Caldwell Building

The Caldwell Building on Noble Street in Anniston. Photo by Stephen Gross / The Anniston Star

A downtown Anniston event keyed to historic preservation will offer ideas to business owners for improving their property and adding “vibrancy to downtown,” a development official said Friday.

To be held Thursday, May 30, from 6-8 p.m. at the Wet Whistle — in the Caldwell Building at 10th and Noble — the event will gather ideas and volunteers with the hope of involving the community in revitalizing the Downtown Historic District. Main Street Anniston, a branch of Anniston’s city planning department, is tying the event to National Historic Preservation Month.

“There are some different incentives that we hope to roll out for people to make improvements on the facades of their buildings, add a new sign, add vibrancy to downtown,” said Reilly Johnson, Main Street director. “We don’t have that program available just yet.”

Johnson said the social event at the Wet Whistle is meant to “grow community support and volunteerism for the beautification and preservation of downtown.”

Johnson said Main Street Anniston is in the process of placing historic photos in the windows of vacant shops. Members of the Anniston Historic Preservation Commission said utilizing the vacant space will make the districts more attractive to tourists.

John Valieant, chairman of the Anniston Historic Preservation Commission, said the city had no designated historic districts when he joined the commission in 2012. Now the city has four, including the Downtown, West 15th Street, Tyler Hill and McClellan districts. All but Tyler Hill are listed on the National Register of Historic Places with the federal park service, according to Valieant.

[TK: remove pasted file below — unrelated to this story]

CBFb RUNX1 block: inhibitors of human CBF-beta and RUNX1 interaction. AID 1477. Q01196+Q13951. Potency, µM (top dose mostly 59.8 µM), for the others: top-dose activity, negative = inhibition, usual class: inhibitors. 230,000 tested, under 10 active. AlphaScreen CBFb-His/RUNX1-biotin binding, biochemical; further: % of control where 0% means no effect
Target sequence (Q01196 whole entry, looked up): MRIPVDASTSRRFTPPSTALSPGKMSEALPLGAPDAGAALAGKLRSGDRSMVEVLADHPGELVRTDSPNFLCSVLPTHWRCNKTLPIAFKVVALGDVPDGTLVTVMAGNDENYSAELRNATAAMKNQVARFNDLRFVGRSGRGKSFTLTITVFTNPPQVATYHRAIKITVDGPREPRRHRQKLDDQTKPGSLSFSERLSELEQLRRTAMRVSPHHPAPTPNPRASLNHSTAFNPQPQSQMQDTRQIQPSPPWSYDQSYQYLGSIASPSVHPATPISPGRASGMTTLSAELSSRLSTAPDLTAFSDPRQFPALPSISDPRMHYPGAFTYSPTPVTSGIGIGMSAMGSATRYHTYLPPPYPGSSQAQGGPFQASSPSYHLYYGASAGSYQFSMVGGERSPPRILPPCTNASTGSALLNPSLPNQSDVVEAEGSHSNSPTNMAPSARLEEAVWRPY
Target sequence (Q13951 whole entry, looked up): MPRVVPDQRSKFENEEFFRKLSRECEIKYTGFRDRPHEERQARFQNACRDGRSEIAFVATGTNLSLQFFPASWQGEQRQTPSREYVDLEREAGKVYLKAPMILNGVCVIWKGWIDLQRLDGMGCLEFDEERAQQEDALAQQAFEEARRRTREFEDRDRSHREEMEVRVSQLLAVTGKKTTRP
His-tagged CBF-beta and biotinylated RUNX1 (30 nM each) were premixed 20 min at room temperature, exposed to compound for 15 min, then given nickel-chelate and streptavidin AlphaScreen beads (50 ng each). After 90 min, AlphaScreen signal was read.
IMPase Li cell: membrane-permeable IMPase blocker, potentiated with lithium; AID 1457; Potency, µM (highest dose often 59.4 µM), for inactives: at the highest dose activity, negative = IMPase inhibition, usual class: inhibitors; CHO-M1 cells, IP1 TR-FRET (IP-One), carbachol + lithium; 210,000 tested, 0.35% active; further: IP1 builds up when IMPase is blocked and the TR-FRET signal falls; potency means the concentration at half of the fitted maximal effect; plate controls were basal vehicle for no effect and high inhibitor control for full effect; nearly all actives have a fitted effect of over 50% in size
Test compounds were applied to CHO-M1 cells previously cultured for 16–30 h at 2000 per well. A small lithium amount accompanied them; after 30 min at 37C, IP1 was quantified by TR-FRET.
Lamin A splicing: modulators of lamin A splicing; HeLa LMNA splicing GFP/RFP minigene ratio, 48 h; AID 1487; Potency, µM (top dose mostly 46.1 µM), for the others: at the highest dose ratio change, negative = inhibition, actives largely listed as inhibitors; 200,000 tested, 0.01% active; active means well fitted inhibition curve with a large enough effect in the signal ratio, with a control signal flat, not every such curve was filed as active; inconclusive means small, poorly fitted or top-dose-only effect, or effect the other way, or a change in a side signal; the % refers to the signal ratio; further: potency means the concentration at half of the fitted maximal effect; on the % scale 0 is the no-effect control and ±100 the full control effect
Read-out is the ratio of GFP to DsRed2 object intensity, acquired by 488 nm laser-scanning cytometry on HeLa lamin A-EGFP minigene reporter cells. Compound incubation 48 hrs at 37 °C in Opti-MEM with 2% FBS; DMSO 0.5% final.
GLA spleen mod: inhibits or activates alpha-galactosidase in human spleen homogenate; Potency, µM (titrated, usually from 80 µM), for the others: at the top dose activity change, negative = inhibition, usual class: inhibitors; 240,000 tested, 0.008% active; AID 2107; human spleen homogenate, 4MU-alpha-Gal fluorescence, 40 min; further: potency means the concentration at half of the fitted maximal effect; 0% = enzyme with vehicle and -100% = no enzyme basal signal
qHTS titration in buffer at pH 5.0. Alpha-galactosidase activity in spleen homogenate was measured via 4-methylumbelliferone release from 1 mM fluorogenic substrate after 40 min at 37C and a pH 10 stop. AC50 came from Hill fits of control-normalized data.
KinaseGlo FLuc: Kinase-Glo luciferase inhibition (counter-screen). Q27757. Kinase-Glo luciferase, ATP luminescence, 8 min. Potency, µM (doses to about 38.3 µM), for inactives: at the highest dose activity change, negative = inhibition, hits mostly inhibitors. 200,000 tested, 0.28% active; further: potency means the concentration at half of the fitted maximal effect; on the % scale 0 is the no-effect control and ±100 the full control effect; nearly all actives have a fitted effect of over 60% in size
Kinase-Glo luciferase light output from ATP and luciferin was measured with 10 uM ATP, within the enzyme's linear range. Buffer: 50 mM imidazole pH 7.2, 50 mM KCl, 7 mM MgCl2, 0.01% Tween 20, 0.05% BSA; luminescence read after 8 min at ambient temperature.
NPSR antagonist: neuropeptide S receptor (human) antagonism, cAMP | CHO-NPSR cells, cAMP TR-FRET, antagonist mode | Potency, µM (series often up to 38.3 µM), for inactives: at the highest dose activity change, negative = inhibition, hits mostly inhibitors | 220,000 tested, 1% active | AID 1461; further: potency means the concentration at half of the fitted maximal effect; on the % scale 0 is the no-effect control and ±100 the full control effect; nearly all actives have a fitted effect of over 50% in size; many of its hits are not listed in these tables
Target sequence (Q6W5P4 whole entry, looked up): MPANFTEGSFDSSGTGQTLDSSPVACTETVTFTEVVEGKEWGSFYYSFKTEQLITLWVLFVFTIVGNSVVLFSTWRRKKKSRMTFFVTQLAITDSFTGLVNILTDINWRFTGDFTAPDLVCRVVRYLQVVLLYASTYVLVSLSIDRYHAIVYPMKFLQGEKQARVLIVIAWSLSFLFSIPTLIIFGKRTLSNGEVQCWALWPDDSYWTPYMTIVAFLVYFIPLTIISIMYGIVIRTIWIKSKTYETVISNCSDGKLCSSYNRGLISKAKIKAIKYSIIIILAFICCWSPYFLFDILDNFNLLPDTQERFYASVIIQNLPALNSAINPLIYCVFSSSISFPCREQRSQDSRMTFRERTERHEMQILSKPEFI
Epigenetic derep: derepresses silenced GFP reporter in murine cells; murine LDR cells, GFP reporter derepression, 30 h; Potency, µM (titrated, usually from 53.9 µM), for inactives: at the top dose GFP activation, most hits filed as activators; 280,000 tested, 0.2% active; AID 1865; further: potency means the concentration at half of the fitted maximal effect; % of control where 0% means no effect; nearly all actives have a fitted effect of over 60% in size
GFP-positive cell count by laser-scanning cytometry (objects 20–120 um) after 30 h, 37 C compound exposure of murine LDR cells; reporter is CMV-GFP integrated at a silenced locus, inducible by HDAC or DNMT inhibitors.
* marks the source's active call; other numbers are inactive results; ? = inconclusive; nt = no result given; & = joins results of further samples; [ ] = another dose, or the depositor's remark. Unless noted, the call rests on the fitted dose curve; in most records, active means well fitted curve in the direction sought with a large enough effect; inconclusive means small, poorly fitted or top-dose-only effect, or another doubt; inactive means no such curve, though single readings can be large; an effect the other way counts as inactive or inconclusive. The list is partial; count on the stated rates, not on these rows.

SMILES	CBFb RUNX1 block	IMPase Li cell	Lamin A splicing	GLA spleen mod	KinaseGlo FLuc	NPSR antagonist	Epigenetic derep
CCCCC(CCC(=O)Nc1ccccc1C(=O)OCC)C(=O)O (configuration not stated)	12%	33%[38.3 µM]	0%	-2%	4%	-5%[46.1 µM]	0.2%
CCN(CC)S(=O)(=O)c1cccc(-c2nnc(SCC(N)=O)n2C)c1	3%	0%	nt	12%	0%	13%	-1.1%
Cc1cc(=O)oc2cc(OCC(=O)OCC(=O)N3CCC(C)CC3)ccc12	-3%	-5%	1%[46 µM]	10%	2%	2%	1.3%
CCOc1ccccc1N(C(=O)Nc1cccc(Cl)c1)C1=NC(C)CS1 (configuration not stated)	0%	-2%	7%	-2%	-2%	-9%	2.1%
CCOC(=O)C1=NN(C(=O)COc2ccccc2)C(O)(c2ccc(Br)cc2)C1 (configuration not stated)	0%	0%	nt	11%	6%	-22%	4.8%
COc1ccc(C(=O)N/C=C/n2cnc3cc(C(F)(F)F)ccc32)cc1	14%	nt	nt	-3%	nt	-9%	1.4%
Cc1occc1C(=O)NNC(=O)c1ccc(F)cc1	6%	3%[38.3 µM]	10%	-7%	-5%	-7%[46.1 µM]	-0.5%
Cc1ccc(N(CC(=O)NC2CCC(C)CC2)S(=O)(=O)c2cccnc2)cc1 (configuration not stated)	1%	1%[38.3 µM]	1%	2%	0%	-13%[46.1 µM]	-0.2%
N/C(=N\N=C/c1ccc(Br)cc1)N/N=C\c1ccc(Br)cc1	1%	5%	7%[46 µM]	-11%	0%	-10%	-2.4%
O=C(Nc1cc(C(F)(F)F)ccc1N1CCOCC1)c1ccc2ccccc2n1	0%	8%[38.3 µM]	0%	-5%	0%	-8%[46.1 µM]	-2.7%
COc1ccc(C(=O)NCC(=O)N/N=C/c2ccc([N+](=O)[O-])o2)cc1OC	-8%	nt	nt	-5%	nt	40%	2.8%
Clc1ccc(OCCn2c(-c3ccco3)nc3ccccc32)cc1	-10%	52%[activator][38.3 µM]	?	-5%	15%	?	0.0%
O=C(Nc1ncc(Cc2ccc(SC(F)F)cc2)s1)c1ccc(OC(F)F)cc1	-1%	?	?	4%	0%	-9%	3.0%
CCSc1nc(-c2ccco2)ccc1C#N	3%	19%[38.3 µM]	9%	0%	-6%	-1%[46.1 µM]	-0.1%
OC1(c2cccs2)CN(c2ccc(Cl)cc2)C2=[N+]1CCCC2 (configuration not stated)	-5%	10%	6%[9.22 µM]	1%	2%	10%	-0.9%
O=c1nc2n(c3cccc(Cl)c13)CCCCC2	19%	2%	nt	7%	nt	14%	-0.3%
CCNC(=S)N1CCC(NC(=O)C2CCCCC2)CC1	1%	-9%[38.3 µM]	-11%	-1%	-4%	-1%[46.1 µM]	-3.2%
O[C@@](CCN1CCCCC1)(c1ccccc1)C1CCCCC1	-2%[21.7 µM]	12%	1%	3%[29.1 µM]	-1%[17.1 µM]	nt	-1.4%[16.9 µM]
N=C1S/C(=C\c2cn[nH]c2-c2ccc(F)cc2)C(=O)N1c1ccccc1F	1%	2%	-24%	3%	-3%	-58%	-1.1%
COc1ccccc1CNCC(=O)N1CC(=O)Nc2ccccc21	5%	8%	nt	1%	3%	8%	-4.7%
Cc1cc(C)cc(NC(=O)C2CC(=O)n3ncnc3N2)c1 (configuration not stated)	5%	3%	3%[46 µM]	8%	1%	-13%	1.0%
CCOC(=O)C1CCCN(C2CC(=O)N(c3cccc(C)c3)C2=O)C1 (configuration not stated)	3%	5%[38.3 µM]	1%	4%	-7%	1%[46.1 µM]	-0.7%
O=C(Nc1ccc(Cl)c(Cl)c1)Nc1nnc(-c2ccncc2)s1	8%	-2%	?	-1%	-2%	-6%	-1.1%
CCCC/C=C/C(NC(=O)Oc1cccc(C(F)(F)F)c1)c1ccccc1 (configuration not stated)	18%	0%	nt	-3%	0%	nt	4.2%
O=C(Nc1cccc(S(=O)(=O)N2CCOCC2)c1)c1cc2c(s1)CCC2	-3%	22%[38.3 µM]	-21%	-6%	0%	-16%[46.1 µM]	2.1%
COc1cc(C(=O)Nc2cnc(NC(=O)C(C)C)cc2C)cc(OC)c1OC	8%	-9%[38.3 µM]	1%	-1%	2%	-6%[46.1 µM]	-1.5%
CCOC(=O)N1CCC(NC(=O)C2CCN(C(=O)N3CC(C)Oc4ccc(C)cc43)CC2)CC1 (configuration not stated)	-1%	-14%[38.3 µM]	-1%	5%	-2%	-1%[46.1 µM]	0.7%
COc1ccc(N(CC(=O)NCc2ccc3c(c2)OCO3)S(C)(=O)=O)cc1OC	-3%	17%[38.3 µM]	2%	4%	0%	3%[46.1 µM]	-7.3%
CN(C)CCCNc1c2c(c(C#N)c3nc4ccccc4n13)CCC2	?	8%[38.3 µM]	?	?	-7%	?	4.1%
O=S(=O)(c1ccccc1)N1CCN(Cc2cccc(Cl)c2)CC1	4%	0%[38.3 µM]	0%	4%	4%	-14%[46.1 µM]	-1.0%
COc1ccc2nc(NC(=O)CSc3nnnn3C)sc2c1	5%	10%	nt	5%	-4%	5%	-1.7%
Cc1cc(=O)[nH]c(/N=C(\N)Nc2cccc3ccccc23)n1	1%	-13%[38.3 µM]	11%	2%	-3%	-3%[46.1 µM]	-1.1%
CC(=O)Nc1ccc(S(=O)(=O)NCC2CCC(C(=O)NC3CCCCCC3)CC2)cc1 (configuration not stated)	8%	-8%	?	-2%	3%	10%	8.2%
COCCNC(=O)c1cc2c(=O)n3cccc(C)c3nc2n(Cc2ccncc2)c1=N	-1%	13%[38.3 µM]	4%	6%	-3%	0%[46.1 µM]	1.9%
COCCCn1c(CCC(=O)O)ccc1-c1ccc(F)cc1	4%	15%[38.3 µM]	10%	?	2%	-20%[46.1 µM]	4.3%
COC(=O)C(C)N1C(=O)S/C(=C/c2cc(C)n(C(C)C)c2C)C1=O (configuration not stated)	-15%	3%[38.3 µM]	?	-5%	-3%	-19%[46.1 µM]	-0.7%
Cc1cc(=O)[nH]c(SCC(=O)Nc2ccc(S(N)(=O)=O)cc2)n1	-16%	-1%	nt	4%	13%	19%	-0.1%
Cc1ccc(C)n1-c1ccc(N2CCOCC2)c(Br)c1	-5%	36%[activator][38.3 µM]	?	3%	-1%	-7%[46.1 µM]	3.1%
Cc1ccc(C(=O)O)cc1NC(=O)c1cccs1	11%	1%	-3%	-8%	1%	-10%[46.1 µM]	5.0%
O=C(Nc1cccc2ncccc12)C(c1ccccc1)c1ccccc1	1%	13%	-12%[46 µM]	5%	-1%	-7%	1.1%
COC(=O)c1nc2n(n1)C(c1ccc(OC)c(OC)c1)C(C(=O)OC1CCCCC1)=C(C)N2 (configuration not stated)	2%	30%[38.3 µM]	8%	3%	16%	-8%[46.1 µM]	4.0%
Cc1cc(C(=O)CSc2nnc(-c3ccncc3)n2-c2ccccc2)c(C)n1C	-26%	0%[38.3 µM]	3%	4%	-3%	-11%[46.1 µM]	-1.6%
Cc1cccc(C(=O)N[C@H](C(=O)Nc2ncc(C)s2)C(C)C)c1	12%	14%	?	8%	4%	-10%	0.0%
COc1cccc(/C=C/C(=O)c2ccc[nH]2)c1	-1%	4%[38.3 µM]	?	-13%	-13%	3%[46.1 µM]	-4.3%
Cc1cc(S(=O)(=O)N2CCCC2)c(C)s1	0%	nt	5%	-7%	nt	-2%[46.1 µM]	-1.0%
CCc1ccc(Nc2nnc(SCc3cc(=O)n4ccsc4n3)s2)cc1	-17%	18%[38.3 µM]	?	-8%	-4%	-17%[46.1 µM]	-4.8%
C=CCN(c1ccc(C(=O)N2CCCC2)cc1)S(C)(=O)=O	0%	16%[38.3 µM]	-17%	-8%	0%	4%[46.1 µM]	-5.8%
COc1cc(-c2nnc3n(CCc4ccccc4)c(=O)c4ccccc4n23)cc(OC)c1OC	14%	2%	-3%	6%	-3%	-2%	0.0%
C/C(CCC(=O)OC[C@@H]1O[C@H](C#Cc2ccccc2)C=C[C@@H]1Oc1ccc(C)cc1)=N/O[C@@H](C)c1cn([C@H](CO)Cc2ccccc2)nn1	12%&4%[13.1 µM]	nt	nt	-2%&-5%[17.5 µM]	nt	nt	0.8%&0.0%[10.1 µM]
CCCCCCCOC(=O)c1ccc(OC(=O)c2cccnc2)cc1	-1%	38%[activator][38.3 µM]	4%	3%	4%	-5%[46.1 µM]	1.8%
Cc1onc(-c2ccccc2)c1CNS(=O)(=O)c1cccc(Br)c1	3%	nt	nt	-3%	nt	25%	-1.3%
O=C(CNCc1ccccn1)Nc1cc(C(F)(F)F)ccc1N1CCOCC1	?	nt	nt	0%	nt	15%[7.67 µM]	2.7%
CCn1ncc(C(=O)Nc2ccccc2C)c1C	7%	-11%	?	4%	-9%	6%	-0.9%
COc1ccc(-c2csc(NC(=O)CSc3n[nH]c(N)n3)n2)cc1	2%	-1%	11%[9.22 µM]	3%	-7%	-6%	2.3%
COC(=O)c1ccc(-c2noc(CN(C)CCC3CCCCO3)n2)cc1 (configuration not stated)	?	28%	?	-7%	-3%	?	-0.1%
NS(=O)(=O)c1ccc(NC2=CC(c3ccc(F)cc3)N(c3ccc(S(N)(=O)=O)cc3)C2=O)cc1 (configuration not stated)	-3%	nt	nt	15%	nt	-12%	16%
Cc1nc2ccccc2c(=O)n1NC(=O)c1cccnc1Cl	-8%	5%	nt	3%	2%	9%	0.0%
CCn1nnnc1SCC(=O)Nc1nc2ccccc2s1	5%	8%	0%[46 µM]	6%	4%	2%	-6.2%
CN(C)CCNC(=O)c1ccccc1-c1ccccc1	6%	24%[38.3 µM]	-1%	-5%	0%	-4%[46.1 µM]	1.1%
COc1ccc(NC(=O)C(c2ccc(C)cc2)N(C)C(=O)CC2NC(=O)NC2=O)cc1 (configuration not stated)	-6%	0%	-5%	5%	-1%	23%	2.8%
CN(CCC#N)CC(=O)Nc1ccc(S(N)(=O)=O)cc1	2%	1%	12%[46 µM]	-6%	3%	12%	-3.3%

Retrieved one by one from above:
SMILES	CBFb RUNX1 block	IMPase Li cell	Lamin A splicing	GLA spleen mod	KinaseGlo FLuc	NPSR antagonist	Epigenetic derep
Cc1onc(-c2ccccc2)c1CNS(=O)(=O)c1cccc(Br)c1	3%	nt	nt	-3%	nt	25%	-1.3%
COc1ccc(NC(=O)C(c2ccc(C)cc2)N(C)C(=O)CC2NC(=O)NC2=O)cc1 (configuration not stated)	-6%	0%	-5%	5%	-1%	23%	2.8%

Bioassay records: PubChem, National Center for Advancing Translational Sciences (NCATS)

“There are probably more districts that could be included but some areas don’t want to do it,” he said. “There are lots of rules and restrictions for historic districts so some residents just don’t want to do it.”

Johnson said the downtown district being on the National Register makes it stand apart from downtown districts in other cities.

“Some of those buildings were built in the late 1800s and early 1900s, and we are very fortunate to have the stack of buildings we have in our downtown,” she said.

Valieant said the Anniston Historic Preservation Commission manages the changes business and building owners hope to make to their properties, ensuring the changes are within guidelines.

He said one of the commission’s biggest concerns is the demolition of vacant historic districts, such as the 123-year-old Anniston Land Company building that was demolished in 2012.

“We definitely want to advocate for historic preservation, which is in our title, but also to protect the various districts and their historic structures so they do not tear them down or demolish them,” Valieant said. “And when they do repair them, they rehabilitate them to the point that gives the historic nature of the building.”

Valient said choosing to demolish a historic property is difficult.

“My first month, we had to discuss the demolition of the Land Company building. That was the first vote I had to make, and it was tough to do but there was nothing else that could be done about it,” he said.

Valieant said the commission has requested that the Anniston City Council name May Historic Preservation Month for the city. The council did indeed make that proclamation Tuesday night.

“The proclamation establishes that the city recognizes and supports the objectives of the national trust of historic preservation and recognizing that it’s a month of recognition of those goals,” Anniston city planner Toby Bennington said. “Typically, it’s more of an awareness-type month.”

Bennington said the proclamation came so late in the month because it is the only city council meeting for May.

Once historic buildings are lost, according to Johnson, there’s no getting them back.

“With everything that’s disposable, historic districts are full of stories,” she said.